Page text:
Submitted manuscripts should not have been published previously, nor be under consideration for publication elsewhere (except conference proceedings papers). All manuscripts are thoroughly refereed through a single-blind peer-review process. A guide for authors and other relevant information for submission of manuscripts is available on the Instructions for Authors page. Polymers is an international peer-reviewed open access semimonthly journal published by MDPI.

Please visit the Instructions for Authors page before submitting a manuscript. The Article Processing Charge (APC) for publication in this open access journal is 2700 CHF (Swiss Francs). Submitted papers should be well formatted and use good English. Authors may use MDPI's English editing service prior to publication or during author revisions.

Keywords

  • metal-matrix composites
  • polymer-matrix composites
  • ceramic-matrix composites
  • hybrid composite
  • natural fibres
  • biocomposites
  • functional composites

Published Papers (2 papers)

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Research

18 pages, 3186 KiB  
Article
In Vivo Toxicity and Pharmacokinetics of Polytetrafluoroethylene Microplastics in ICR Mice
by Sijoon Lee, Kyung-Ku Kang, Soo-Eun Sung, Joo-Hee Choi, Minkyoung Sung, Keum-Yong Seong, Jian Lee, Subin Kang, Seong Yun Yang, Sunjong Lee, Kyeong-Ryoon Lee, Min-Soo Seo and KilSoo Kim
Polymers 2022, 14(11), 2220; https://doi.org/10.3390/polym14112220 - 30 May 2022
Cited by 11 | Viewed by 4686
Abstract
The increased use of plastics has led to severe environmental pollution, particularly by microplastics—plastic particles 5 mm or less in diameter. These particles are formed by environmental factors such as weathering and ultraviolet irradiation, thereby making environmental pollution worse. This environmental pollution intensifies [...] Read more.
The increased use of plastics has led to severe environmental pollution, particularly by microplastics—plastic particles 5 mm or less in diameter. These particles are formed by environmental factors such as weathering and ultraviolet irradiation, thereby making environmental pollution worse. This environmental pollution intensifies human exposure to microplastics via food chains. Despite potential negative effects, few toxicity assessments on microplastics are available. In this study, two sizes of polytetrafluoroethylene (PTFE) microplastics, approximately 5 μm and 10–50 μm, were manufactured and used for single and four-week repeated toxicity and pharmacokinetic studies. Toxicological effects were comprehensively evaluated with clinical signs, body weight, food and water consumption, necropsy findings, and histopathological and clinical-pathological examinations. Blood collected at 15, 30 60, and 120 min after a single administration of microplastics were analyzed by Raman spectroscopy. In the toxicity evaluation of single and four-week repeated oral administration of PTFE microplastics, no toxic changes were observed. Therefore, the lethal dose 50 (LD50) and no-observed-adverse-effect-level (NOAEL) of PTFE microplastics in ICR mice were established as 2000 mg/kg or more. PTFE microplastics were not detected in blood, so pharmacokinetic parameters could not be calculated. This study provides new insight into the long-term toxicity and pharmacokinetics of PTFE microplastics. Full article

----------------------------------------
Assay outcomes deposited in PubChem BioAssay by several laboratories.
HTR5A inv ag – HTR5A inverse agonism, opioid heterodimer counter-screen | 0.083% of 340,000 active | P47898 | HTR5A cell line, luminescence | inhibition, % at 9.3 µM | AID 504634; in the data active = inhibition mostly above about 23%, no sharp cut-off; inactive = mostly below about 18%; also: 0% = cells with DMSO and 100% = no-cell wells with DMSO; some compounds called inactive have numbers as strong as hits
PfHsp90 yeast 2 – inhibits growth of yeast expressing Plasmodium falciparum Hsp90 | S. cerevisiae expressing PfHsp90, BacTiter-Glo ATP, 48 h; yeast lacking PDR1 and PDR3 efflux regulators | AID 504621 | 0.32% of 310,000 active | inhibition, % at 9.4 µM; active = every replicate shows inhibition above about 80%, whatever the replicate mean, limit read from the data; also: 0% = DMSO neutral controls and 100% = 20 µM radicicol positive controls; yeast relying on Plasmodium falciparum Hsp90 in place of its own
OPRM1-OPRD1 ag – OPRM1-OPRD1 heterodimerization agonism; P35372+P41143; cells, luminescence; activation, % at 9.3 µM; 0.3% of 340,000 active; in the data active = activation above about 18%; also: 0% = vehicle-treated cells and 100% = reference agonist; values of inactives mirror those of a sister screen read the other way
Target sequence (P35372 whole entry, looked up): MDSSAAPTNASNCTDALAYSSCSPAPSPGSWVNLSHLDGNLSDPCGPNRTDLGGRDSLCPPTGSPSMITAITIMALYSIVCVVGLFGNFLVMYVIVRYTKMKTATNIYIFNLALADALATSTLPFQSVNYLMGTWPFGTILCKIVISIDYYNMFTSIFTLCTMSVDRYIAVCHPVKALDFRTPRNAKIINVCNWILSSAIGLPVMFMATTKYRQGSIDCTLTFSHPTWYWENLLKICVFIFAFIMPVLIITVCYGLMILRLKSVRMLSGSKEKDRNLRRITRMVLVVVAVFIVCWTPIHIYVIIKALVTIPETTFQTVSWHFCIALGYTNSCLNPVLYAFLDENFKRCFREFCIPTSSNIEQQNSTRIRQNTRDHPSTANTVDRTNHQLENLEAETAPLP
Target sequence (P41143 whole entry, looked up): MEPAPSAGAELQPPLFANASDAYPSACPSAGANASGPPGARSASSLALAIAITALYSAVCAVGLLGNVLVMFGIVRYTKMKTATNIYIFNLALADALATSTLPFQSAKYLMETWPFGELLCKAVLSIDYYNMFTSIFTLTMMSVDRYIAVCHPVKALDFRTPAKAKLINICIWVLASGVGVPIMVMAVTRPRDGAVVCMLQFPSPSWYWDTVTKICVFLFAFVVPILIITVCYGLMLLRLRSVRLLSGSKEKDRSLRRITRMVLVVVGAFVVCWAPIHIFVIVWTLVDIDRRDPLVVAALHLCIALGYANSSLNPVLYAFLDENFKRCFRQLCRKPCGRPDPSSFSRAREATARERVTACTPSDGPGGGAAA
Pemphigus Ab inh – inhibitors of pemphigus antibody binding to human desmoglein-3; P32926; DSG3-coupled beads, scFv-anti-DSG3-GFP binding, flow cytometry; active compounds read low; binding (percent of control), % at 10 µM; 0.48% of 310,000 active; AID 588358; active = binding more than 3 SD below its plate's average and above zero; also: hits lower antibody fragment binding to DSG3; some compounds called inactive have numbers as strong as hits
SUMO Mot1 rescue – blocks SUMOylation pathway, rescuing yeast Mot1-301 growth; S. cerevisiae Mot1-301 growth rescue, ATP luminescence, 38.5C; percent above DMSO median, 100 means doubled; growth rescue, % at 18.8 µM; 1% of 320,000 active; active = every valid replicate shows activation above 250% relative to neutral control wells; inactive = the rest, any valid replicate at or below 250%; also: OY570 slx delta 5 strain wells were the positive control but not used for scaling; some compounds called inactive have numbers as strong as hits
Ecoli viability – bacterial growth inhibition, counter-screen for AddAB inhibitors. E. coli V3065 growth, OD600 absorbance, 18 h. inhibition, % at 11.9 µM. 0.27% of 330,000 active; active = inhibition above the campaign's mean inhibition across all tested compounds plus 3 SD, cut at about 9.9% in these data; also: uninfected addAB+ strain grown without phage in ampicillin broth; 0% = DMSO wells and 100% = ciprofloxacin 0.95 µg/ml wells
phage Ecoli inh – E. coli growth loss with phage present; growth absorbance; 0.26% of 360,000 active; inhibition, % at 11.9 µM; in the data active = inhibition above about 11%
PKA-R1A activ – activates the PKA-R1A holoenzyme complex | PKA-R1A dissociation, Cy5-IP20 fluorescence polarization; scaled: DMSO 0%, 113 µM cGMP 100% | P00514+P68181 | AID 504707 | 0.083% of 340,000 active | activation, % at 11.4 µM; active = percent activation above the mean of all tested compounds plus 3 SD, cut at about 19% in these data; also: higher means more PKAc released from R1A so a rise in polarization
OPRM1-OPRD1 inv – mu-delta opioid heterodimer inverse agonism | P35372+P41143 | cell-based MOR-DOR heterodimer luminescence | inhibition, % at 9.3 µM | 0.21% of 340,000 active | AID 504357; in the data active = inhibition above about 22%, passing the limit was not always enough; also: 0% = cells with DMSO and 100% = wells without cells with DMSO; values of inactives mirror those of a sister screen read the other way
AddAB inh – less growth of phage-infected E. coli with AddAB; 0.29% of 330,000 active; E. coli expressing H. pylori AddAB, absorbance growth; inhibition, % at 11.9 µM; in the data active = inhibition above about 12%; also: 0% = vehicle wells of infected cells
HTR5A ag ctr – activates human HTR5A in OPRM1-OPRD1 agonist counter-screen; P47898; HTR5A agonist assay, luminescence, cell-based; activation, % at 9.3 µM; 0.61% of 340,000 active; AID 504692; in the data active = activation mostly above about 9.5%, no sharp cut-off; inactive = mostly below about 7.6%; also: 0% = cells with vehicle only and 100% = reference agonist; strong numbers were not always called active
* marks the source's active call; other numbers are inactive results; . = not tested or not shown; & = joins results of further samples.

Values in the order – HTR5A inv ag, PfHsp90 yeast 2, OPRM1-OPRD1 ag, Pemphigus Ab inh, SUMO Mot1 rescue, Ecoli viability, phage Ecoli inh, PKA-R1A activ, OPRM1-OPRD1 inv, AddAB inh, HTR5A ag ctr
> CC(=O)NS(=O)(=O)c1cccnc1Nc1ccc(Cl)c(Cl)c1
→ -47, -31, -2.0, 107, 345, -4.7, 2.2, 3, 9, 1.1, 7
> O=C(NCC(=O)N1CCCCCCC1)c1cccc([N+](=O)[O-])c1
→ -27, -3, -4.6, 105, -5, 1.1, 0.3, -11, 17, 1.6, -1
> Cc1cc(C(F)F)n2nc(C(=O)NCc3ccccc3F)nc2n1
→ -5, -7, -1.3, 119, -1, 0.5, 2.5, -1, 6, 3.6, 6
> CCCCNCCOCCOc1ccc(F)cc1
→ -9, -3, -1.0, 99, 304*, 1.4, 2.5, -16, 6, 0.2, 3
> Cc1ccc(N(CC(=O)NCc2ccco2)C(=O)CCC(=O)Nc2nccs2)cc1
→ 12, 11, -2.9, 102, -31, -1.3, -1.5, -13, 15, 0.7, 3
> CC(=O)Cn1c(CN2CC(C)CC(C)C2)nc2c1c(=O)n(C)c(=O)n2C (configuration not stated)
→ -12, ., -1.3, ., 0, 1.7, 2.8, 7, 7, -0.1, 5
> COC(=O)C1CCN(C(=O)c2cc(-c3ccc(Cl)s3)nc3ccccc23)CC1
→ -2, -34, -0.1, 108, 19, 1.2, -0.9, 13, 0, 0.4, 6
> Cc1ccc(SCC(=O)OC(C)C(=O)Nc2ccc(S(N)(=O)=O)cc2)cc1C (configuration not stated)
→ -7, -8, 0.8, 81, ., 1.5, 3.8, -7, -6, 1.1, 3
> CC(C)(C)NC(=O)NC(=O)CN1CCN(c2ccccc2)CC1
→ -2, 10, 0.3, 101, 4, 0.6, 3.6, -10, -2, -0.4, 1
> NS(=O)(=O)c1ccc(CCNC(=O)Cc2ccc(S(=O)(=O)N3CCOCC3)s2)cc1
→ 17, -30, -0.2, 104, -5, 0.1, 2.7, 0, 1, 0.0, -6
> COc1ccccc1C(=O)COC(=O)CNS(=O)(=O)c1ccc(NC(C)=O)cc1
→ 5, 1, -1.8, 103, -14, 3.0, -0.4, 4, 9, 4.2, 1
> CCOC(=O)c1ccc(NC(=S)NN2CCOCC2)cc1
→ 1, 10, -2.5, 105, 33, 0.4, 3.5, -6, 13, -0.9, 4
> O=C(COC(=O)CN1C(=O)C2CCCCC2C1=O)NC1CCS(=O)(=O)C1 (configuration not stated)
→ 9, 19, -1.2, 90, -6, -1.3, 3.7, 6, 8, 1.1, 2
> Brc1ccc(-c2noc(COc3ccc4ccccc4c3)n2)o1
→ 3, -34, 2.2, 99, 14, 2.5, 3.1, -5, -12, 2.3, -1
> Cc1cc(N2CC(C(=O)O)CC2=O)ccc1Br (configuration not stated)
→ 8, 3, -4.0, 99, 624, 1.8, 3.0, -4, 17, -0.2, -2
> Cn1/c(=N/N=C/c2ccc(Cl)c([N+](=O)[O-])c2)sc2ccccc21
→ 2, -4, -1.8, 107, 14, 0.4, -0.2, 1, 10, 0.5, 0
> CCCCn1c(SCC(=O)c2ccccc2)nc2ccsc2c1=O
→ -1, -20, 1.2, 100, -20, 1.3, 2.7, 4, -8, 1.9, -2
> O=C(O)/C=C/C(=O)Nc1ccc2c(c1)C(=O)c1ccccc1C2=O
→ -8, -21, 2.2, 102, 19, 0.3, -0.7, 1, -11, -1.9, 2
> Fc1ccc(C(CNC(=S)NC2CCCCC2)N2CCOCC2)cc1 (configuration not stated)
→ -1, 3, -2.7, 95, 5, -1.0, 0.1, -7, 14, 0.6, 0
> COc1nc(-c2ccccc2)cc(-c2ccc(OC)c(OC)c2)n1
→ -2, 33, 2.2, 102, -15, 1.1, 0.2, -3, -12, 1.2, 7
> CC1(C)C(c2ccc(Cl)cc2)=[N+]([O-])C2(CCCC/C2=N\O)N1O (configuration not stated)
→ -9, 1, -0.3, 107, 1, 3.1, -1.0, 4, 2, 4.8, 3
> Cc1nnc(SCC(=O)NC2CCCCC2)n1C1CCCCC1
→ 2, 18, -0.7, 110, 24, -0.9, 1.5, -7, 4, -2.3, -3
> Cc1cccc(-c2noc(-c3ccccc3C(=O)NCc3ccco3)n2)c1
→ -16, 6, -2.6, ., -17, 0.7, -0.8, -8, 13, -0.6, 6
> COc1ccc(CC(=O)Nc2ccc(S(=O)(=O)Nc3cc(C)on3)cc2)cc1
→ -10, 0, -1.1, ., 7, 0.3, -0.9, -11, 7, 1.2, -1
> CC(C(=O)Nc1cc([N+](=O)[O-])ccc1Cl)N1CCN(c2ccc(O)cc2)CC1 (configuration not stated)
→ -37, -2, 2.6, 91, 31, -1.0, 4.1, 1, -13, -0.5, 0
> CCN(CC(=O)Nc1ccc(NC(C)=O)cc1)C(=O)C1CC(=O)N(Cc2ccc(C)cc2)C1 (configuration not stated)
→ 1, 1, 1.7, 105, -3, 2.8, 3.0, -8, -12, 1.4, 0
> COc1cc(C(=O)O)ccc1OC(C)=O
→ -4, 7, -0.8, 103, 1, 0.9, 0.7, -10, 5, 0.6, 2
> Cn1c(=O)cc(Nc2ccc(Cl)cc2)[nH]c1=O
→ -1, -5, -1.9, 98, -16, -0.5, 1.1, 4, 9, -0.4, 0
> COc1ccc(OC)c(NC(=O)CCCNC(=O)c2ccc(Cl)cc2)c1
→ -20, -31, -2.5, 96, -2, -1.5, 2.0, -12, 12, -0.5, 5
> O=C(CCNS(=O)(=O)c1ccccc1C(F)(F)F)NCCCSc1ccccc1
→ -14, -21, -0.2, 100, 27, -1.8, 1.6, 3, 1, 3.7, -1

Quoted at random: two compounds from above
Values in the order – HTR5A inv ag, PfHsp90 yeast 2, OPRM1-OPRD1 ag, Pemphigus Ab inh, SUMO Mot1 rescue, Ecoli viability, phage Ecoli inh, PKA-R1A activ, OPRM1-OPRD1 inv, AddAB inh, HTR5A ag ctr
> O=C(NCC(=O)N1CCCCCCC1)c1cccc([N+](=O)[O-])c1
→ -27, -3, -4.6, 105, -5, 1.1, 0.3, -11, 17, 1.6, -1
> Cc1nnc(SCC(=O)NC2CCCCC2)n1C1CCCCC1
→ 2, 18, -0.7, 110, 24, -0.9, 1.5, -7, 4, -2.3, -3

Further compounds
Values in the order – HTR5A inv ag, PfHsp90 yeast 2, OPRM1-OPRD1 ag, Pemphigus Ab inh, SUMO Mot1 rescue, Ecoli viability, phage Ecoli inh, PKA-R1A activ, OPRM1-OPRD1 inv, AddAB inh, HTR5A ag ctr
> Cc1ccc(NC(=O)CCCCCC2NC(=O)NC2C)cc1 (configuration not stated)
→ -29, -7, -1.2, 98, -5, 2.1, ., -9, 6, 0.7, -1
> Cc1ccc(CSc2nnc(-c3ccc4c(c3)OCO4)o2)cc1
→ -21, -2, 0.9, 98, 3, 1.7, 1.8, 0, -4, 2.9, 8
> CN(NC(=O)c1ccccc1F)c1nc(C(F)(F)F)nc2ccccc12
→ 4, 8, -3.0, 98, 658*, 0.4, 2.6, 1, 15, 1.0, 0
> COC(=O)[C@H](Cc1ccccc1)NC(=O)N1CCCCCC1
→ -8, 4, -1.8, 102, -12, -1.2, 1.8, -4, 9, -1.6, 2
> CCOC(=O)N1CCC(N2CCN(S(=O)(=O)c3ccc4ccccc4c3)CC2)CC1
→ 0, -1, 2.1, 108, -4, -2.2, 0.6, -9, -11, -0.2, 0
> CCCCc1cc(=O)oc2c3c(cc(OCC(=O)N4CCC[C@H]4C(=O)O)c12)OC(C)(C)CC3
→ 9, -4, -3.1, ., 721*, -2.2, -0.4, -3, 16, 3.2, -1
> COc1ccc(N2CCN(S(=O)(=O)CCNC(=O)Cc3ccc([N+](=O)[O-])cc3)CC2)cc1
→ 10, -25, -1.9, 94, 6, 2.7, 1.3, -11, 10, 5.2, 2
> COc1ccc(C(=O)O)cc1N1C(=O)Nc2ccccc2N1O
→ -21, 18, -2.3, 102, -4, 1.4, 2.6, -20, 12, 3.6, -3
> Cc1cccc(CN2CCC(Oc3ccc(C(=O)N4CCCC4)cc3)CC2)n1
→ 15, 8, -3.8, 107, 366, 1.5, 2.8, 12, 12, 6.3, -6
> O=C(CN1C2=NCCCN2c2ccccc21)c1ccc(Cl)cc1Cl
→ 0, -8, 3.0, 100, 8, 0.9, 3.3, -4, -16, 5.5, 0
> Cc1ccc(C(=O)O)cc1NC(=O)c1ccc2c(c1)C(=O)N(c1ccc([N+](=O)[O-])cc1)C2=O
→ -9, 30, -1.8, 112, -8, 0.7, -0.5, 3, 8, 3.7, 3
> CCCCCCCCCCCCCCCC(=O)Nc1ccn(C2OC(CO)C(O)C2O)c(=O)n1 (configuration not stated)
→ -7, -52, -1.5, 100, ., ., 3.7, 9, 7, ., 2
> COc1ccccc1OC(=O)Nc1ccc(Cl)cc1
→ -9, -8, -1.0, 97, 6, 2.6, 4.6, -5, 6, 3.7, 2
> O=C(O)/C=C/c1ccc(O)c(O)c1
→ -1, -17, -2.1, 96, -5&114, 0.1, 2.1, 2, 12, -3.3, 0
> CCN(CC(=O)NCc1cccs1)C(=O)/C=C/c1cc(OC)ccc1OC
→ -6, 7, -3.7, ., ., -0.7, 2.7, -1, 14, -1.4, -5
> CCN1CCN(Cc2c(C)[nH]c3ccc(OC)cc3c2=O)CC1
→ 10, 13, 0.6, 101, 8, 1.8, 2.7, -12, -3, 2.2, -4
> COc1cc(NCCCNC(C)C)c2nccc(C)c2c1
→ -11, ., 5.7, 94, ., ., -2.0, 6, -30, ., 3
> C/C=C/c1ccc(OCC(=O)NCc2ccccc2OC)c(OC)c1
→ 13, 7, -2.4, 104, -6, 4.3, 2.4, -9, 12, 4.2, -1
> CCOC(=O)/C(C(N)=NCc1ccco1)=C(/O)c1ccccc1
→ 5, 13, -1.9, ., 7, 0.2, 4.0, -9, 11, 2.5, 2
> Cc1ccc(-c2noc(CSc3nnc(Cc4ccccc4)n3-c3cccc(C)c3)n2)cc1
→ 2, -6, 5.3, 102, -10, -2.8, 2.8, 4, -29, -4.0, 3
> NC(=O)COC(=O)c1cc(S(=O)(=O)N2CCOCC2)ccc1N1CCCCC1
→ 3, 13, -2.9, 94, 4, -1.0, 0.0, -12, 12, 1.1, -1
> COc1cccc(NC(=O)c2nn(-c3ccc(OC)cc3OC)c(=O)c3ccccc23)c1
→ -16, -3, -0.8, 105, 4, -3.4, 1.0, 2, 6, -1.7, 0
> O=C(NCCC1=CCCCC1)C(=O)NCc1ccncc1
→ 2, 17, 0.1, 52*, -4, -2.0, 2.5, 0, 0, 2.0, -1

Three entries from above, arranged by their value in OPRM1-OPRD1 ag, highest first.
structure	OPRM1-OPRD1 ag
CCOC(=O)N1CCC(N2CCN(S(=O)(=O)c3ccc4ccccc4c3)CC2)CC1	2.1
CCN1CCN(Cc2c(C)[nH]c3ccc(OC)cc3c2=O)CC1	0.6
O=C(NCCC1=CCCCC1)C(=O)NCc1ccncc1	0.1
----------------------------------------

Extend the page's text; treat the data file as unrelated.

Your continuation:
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17 pages, 4555 KiB  
Article
Chitosan Membrane Containing Copaiba Oil (Copaifera spp.) for Skin Wound Treatment
by Sheila Barbosa Paranhos, Elisângela da Silva Ferreira, Caio Augusto de Almeida Canelas, Simone Patrícia Aranha da Paz, Marcele Fonseca Passos, Carlos Emmerson Ferreira da Costa, Alisson Clay Rios da Silva, Sergio Neves Monteiro and Verônica Scarpini Candido
Polymers 2022, 14(1), 35; https://doi.org/10.3390/polym14010035 - 23 Dec 2021
Cited by 11 | Viewed by 3284
Abstract
The interaction of copaiba oil in the polymer matrix of chitosan can produce a favorable synergistic effect and potentiate properties. Indeed, the bioactive principles present in copaiba oil have anti-inflammatory and healing action. In the present work, chitosan membranes containing different contents of [...] Read more.
The interaction of copaiba oil in the polymer matrix of chitosan can produce a favorable synergistic effect and potentiate properties. Indeed, the bioactive principles present in copaiba oil have anti-inflammatory and healing action. In the present work, chitosan membranes containing different contents of copaiba oil copaíba (0.1, 0.5, 1.0 and 5.0% (v/v)) were for the first time investigated. The membranes were developed by the casting method and analyzed for their morphology, degree of intumescence, moisture content, contact angle, Scanning Electron Microscope, and X-ray diffractometry. These chitosan/copaiba oil porous membranes disclosed fluid absorption capacity, hydrophilic surface, and moisture. In addition, the results showed that chitosan membranes with the addition of 1.0% (v/v) of copaiba oil presented oil drops with larger diameters, around 123.78 μm. The highest fluid absorption indexes were observed in chitosan membranes containing 0.1 and 0.5% (v/v) of copaiba oil. In addition, the copaiba oil modified the crystalline structure of chitosan. Such characteristics are expected to favor wound treatment. However, biological studies are necessary for the safe use of chitosan/copaiba oil membrane as a biomaterial. Full article